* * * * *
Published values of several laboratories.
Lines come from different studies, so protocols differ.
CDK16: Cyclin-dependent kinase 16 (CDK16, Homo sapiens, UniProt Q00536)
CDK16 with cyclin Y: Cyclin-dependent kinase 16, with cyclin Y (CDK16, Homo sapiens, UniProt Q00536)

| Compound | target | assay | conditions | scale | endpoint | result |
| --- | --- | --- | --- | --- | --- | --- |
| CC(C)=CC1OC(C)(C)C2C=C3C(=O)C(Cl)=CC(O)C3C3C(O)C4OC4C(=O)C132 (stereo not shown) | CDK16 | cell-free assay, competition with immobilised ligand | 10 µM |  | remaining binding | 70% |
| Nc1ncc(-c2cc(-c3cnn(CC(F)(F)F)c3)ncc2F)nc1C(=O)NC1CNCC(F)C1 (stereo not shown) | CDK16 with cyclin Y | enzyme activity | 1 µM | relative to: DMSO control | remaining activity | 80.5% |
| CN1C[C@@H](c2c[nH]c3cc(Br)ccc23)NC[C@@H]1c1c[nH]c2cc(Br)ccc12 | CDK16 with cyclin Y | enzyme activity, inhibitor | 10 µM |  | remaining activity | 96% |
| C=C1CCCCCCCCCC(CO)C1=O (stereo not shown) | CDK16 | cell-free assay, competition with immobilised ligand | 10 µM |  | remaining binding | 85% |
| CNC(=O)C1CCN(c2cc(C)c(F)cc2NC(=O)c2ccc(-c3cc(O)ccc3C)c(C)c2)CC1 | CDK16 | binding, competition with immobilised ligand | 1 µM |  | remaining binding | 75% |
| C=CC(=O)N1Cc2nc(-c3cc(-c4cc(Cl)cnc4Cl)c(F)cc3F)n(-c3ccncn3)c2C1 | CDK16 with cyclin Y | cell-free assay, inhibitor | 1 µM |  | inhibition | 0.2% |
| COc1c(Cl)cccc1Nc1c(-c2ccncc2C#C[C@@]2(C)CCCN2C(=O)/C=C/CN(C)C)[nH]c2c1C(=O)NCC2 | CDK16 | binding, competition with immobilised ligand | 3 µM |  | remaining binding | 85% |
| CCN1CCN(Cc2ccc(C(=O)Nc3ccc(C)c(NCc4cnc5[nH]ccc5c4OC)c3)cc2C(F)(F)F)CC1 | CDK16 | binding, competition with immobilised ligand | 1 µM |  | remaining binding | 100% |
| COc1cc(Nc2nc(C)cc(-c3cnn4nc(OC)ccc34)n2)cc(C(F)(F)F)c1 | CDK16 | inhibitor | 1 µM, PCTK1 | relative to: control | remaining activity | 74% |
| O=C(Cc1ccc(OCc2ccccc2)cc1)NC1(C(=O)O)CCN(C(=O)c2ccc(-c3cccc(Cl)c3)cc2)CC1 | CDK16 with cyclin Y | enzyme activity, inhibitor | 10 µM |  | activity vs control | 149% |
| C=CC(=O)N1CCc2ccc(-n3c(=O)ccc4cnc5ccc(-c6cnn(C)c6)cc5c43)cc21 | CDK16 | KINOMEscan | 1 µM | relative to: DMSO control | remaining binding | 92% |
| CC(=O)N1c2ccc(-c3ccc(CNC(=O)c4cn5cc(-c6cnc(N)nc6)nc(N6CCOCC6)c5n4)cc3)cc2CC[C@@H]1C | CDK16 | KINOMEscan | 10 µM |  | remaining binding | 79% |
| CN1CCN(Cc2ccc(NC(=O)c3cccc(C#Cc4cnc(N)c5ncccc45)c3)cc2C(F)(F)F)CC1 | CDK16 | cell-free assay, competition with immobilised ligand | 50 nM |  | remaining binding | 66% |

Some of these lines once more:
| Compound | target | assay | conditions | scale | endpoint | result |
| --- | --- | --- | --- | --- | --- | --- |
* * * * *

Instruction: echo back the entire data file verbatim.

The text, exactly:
Published values of several laboratories.
Lines come from different studies, so protocols differ.
CDK16: Cyclin-dependent kinase 16 (CDK16, Homo sapiens, UniProt Q00536)
CDK16 with cyclin Y: Cyclin-dependent kinase 16, with cyclin Y (CDK16, Homo sapiens, UniProt Q00536)

| Compound | target | assay | conditions | scale | endpoint | result |
| --- | --- | --- | --- | --- | --- | --- |
| CC(C)=CC1OC(C)(C)C2C=C3C(=O)C(Cl)=CC(O)C3C3C(O)C4OC4C(=O)C132 (stereo not shown) | CDK16 | cell-free assay, competition with immobilised ligand | 10 µM |  | remaining binding | 70% |
| Nc1ncc(-c2cc(-c3cnn(CC(F)(F)F)c3)ncc2F)nc1C(=O)NC1CNCC(F)C1 (stereo not shown) | CDK16 with cyclin Y | enzyme activity | 1 µM | relative to: DMSO control | remaining activity | 80.5% |
| CN1C[C@@H](c2c[nH]c3cc(Br)ccc23)NC[C@@H]1c1c[nH]c2cc(Br)ccc12 | CDK16 with cyclin Y | enzyme activity, inhibitor | 10 µM |  | remaining activity | 96% |
| C=C1CCCCCCCCCC(CO)C1=O (stereo not shown) | CDK16 | cell-free assay, competition with immobilised ligand | 10 µM |  | remaining binding | 85% |
| CNC(=O)C1CCN(c2cc(C)c(F)cc2NC(=O)c2ccc(-c3cc(O)ccc3C)c(C)c2)CC1 | CDK16 | binding, competition with immobilised ligand | 1 µM |  | remaining binding | 75% |
| C=CC(=O)N1Cc2nc(-c3cc(-c4cc(Cl)cnc4Cl)c(F)cc3F)n(-c3ccncn3)c2C1 | CDK16 with cyclin Y | cell-free assay, inhibitor | 1 µM |  | inhibition | 0.2% |
| COc1c(Cl)cccc1Nc1c(-c2ccncc2C#C[C@@]2(C)CCCN2C(=O)/C=C/CN(C)C)[nH]c2c1C(=O)NCC2 | CDK16 | binding, competition with immobilised ligand | 3 µM |  | remaining binding | 85% |
| CCN1CCN(Cc2ccc(C(=O)Nc3ccc(C)c(NCc4cnc5[nH]ccc5c4OC)c3)cc2C(F)(F)F)CC1 | CDK16 | binding, competition with immobilised ligand | 1 µM |  | remaining binding | 100% |
| COc1cc(Nc2nc(C)cc(-c3cnn4nc(OC)ccc34)n2)cc(C(F)(F)F)c1 | CDK16 | inhibitor | 1 µM, PCTK1 | relative to: control | remaining activity | 74% |
| O=C(Cc1ccc(OCc2ccccc2)cc1)NC1(C(=O)O)CCN(C(=O)c2ccc(-c3cccc(Cl)c3)cc2)CC1 | CDK16 with cyclin Y | enzyme activity, inhibitor | 10 µM |  | activity vs control | 149% |
| C=CC(=O)N1CCc2ccc(-n3c(=O)ccc4cnc5ccc(-c6cnn(C)c6)cc5c43)cc21 | CDK16 | KINOMEscan | 1 µM | relative to: DMSO control | remaining binding | 92% |
| CC(=O)N1c2ccc(-c3ccc(CNC(=O)c4cn5cc(-c6cnc(N)nc6)nc(N6CCOCC6)c5n4)cc3)cc2CC[C@@H]1C | CDK16 | KINOMEscan | 10 µM |  | remaining binding | 79% |
| CN1CCN(Cc2ccc(NC(=O)c3cccc(C#Cc4cnc(N)c5ncccc45)c3)cc2C(F)(F)F)CC1 | CDK16 | cell-free assay, competition with immobilised ligand | 50 nM |  | remaining binding | 66% |

Some of these lines once more:
| Compound | target | assay | conditions | scale | endpoint | result |
| --- | --- | --- | --- | --- | --- | --- |